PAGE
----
did you learn from the experience?
3. Reect on a time when you challenged a belief or idea. What prompted you to
act? Would you make the same decision again?
4. Describe a problem youve solved or a problem youd like to solve. It can be an
intellectual challenge, a research query, an ethical dilemma-anything that is of
personal importance, no matter the scale. Explain its signicance to you and what
steps you took or could be taken to identify a solution.
5. Discuss an accomplishment or event, formal or informal, that marked your
transition from childhood to adulthood within your culture, community, or family.

Johns Hopkins
These essays are answers to past prompts from either the Common Application or the
Universal Application, both of which Johns Hopkins accepts.
7 Common Application or Universal Applicationessays from the class of 2020
8 Common Application orUniversal Application essays from the class of 2019
7 Common Application or Universal Applicationessays from the class of 2018
5 Common Application or Universal Application essays from the class of 2017

Tufts University
4 Common Application essays

Connecticut College
15 Common Application essays from the classes of 2019 -2016

Hamilton College

Hamilton College
8 Common Application essays from the class of 2007
8 Common Application essays from the class of 2012
8 Common Application essays from the class of 2018

Carleton College
3 Common Application essays from past students

Essay examples published by others


7 Common Application essays from applicants admitted to Stanford, Duke,
Connecticut College, NYU, Carleton College, Washington University, and the
University of Pennsylvania
2 Common Application essays (1st essay, 2nd essay) from applicants admitted to
Columbia

Other Sample College Essays


Here is a smaller collection of essays that are college-specic, plus25 essay
excerptsthat will add fuel to your essay-writing re.

Smith College
Each year, Smith asks its applicants to answer a dierent prompt with a 200-word essay.
Here are 6 of these short essaysanswering the 2014 prompt: "Tell us about the best gift
theyve ever given or received."
6 "best gift" essays from the class of 2018
Tufts University
On top of the Common Application essays students submit, Tufts asks applicantsto
answer 4 short essay questions: 3 mandatory, and 1 chosen from 6 prompts.
6 Why Tufts? short essays

6 Let Your Life Speak essays


8 chosen prompt essays

Stanford University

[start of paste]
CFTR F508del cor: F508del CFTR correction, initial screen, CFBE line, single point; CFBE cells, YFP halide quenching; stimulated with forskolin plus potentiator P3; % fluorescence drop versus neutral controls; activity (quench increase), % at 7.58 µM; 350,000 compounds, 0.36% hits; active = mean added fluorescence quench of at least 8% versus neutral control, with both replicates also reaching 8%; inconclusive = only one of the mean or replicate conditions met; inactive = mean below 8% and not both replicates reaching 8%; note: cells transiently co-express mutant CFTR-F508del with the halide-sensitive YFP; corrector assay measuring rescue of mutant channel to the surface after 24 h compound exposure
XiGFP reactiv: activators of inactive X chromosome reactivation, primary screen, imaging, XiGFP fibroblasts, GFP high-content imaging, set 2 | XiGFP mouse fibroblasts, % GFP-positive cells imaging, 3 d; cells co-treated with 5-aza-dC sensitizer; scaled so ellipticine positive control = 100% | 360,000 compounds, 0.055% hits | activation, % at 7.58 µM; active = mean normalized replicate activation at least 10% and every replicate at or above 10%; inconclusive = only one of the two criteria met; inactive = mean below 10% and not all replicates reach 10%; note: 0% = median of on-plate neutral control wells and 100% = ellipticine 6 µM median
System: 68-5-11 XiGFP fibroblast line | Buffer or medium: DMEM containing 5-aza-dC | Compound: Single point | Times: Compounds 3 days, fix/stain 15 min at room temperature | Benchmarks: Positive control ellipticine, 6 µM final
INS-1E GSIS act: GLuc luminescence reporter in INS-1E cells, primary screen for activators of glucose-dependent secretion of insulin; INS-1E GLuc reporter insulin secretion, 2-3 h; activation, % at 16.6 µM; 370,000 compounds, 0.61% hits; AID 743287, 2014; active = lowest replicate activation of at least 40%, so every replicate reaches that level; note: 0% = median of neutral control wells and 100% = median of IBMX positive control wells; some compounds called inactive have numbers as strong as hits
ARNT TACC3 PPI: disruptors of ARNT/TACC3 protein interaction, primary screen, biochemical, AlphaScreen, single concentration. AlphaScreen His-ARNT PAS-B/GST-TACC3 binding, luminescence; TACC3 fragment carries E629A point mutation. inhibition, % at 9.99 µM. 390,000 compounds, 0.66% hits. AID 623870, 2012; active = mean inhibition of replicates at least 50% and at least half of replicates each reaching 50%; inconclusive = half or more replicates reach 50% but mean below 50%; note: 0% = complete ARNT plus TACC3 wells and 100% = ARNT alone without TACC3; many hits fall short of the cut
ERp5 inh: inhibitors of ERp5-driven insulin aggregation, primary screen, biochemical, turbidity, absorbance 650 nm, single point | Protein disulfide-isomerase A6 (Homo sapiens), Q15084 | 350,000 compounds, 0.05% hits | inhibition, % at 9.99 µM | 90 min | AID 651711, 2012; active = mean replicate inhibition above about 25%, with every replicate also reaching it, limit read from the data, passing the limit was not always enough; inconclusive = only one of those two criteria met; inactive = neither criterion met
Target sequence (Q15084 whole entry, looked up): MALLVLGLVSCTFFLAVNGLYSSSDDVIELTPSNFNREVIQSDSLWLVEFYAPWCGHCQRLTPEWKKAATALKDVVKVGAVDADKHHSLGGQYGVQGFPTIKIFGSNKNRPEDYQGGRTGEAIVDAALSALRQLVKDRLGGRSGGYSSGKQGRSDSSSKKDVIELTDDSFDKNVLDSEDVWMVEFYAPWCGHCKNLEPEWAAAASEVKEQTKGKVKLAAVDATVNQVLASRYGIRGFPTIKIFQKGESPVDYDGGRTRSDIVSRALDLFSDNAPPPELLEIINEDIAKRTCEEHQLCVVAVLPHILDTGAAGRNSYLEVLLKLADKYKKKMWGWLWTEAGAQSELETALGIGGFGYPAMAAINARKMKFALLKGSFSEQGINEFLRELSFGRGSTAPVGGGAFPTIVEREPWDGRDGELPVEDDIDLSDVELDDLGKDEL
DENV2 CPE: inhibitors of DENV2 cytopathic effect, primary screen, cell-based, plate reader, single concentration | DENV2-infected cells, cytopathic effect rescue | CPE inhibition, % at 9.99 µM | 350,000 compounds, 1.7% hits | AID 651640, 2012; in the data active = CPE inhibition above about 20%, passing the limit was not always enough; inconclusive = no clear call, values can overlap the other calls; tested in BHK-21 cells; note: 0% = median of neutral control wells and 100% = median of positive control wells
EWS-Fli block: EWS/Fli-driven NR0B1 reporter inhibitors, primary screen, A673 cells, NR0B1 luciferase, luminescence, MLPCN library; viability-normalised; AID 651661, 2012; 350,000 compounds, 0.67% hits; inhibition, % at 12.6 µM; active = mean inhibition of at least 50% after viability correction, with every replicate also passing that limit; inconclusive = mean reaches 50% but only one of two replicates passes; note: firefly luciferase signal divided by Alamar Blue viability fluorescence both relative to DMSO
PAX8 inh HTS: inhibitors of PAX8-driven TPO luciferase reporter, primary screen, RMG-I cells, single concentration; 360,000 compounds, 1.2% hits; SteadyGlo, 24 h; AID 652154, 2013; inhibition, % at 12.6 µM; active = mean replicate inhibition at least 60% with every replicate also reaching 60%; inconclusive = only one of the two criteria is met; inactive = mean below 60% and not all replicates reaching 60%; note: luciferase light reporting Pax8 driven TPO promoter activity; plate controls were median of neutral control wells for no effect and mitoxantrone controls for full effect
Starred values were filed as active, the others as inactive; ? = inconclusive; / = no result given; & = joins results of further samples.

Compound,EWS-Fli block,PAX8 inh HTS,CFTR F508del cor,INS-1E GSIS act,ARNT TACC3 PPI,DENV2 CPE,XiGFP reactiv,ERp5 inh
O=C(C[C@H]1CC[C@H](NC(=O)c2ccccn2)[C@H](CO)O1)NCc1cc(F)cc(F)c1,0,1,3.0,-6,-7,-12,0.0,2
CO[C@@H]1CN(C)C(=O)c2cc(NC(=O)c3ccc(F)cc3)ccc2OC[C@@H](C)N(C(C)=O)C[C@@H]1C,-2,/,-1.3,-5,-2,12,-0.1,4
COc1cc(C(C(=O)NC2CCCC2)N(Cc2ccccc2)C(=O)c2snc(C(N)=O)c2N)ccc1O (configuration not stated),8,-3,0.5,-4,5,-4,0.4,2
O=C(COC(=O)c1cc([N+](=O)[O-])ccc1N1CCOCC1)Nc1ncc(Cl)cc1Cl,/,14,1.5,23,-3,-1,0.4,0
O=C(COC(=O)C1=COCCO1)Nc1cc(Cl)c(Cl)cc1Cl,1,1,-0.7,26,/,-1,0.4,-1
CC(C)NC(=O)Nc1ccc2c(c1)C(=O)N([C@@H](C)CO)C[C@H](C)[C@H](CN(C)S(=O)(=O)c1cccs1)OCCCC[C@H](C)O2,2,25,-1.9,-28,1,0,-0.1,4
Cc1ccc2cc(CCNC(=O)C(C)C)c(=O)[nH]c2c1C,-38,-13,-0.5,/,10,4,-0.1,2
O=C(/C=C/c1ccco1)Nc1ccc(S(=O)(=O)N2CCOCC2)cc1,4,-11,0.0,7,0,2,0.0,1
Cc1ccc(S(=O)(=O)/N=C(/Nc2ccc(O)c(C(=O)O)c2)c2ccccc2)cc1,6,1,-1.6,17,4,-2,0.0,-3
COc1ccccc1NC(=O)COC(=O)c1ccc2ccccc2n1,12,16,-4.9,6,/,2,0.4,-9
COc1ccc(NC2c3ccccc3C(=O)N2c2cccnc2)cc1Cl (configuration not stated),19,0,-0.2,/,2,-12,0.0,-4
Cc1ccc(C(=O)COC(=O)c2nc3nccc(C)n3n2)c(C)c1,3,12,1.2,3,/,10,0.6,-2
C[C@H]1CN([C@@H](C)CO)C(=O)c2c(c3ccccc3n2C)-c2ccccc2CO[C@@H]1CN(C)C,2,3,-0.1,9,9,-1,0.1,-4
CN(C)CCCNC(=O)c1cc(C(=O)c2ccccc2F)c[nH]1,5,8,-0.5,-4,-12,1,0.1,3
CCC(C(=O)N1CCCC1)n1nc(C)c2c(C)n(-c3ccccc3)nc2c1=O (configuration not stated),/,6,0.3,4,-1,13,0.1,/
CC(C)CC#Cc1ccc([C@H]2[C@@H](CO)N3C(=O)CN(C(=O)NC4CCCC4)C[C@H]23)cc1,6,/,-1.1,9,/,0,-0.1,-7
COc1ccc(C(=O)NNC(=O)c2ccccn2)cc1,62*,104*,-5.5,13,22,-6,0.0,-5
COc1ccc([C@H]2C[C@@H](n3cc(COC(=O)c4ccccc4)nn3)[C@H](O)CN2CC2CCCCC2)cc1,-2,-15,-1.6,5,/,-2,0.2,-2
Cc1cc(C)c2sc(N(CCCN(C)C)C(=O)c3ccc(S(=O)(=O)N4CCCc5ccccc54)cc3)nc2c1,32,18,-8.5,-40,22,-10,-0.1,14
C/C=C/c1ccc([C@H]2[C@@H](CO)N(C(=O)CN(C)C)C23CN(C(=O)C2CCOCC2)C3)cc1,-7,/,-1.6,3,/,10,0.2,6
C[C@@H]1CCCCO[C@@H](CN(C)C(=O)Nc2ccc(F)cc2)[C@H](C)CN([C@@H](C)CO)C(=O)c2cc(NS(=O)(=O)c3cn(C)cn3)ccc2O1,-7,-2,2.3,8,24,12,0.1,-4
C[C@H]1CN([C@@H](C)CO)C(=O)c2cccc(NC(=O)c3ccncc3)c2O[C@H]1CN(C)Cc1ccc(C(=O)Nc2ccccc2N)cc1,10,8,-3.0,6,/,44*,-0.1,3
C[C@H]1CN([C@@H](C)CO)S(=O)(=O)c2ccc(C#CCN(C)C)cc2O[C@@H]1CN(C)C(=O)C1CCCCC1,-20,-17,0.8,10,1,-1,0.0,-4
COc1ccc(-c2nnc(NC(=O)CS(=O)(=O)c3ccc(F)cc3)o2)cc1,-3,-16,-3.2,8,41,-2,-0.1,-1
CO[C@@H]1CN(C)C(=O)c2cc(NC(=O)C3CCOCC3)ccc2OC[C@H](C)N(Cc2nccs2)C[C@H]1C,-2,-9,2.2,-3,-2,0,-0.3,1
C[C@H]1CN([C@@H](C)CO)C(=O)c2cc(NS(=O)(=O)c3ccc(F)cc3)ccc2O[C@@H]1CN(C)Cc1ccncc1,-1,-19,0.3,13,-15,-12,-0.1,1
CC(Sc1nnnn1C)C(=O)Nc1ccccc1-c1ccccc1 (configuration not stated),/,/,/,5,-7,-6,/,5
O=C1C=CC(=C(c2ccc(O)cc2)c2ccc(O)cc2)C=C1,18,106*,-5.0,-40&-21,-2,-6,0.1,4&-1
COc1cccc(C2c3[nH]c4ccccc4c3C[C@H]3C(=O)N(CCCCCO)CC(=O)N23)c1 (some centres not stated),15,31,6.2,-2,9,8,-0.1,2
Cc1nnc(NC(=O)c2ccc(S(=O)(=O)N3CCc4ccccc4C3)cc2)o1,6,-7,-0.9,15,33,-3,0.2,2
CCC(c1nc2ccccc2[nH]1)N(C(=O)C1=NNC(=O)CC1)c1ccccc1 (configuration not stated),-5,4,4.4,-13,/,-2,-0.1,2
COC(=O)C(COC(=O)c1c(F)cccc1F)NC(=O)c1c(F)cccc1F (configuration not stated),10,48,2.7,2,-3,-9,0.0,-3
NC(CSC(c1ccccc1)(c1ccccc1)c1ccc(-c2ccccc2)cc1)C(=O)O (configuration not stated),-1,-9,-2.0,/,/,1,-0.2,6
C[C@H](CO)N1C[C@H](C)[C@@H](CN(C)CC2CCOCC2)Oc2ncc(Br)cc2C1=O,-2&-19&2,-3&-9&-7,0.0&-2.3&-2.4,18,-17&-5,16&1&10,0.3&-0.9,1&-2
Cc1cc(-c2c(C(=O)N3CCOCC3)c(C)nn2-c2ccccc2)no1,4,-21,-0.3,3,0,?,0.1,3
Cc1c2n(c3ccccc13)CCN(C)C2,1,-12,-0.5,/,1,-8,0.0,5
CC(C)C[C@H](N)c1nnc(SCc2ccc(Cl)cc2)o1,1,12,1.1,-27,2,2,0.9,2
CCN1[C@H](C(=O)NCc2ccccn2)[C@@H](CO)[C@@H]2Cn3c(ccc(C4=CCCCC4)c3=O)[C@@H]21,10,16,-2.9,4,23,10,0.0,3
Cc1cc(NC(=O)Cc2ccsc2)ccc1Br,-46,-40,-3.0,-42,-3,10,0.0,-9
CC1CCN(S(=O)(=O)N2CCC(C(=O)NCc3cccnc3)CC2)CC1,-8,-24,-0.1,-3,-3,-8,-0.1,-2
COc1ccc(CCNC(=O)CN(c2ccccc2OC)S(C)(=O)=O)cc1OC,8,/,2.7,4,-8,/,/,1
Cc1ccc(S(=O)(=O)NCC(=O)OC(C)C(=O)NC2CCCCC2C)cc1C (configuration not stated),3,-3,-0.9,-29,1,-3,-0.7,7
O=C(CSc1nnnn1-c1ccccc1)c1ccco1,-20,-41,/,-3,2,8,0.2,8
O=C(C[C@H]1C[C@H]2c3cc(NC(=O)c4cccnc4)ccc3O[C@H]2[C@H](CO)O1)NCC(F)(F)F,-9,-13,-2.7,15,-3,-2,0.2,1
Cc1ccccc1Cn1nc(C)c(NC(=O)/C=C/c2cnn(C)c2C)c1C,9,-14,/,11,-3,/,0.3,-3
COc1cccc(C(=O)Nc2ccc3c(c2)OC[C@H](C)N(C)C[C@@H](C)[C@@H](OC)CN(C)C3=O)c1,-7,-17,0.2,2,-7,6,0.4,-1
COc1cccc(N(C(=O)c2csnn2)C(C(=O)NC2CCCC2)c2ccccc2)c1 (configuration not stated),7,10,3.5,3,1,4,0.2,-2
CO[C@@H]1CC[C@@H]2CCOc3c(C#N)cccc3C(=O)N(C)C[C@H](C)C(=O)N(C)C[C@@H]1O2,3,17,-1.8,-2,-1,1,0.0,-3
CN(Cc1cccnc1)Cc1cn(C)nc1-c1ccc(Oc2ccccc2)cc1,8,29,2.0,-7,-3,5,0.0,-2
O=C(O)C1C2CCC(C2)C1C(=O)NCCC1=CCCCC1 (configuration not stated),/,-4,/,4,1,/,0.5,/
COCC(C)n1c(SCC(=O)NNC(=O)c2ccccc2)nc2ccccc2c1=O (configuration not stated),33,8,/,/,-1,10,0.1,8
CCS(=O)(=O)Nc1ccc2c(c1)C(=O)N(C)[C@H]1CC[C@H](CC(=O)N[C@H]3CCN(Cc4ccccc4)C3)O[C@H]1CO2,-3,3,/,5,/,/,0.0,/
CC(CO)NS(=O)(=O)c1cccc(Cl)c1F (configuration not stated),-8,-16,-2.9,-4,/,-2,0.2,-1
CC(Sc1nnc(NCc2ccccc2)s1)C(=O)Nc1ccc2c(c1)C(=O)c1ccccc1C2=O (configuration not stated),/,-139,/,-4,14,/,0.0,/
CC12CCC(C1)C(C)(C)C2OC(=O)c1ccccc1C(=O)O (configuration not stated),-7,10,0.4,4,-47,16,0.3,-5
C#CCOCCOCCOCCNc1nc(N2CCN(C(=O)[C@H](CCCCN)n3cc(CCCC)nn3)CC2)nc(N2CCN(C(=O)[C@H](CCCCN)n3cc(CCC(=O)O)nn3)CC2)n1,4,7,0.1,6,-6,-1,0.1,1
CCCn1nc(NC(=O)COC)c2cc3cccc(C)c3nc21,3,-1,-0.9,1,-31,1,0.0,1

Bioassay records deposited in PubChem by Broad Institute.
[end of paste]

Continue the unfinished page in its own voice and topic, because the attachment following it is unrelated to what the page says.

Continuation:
Sometimes it's helpful to see how others managed to get over the dicult rst-line
hump.
22 rst sentences from essays from the class of 2012

University of Virginia
It's also good to know what admissions ocers consider "bad" and "risky" topics for
essays.
3 excerpts from past application essays: 1 good, 1 bad, 1 risky

We're guessing the one that typed with hands covering eyes wrote the bad essay.

Analyzing Great Common App Essays that Worked


I've picked out two essays from the examples collected above to examine more depth,
so you can exactly what makes a successful college essay work. Full credit for these
essays goes to the original authors and the schools that published them.

Example #1: "Breaking Into Cars," by Stephen, Johns Hopkins Class of

Example #1: "Breaking Into Cars," by Stephen, Johns Hopkins Class of


19 (Common App Essay, 636 words long)
I had never broken into a car before.
We were in Laredo, having just nished our rst day at a Habitat for Humanity work site.
The Hotchkiss volunteers had already left, o to enjoy some Texas BBQ, leaving me
behind with the college kids to clean up. Not until we were stranded did we realize we
were locked out of the van.
Someone picked a coat hanger out of the dumpster, handed it to me, and took a few
steps back.
Can you do that thing with a coat hanger to unlock it?
Why me? I thought.
More out of amusement than optimism, I gave it a try. I slid the hanger into the
windows seal like Id seen on crime shows, and spent a few minutes jiggling the
apparatus around the inside of the frame. Suddenly, two things simultaneously clicked.
One was the lock on the door. (I actually succeeded in springing it.) The other was the
realization that Id been in this type of situation before. In fact, Id been born into this
type of situation.
My upbringing has numbed me to unpredictability and chaos. With a family of seven, my
home was loud, messy, and spottily supervised. My siblings arguing, the dog barking,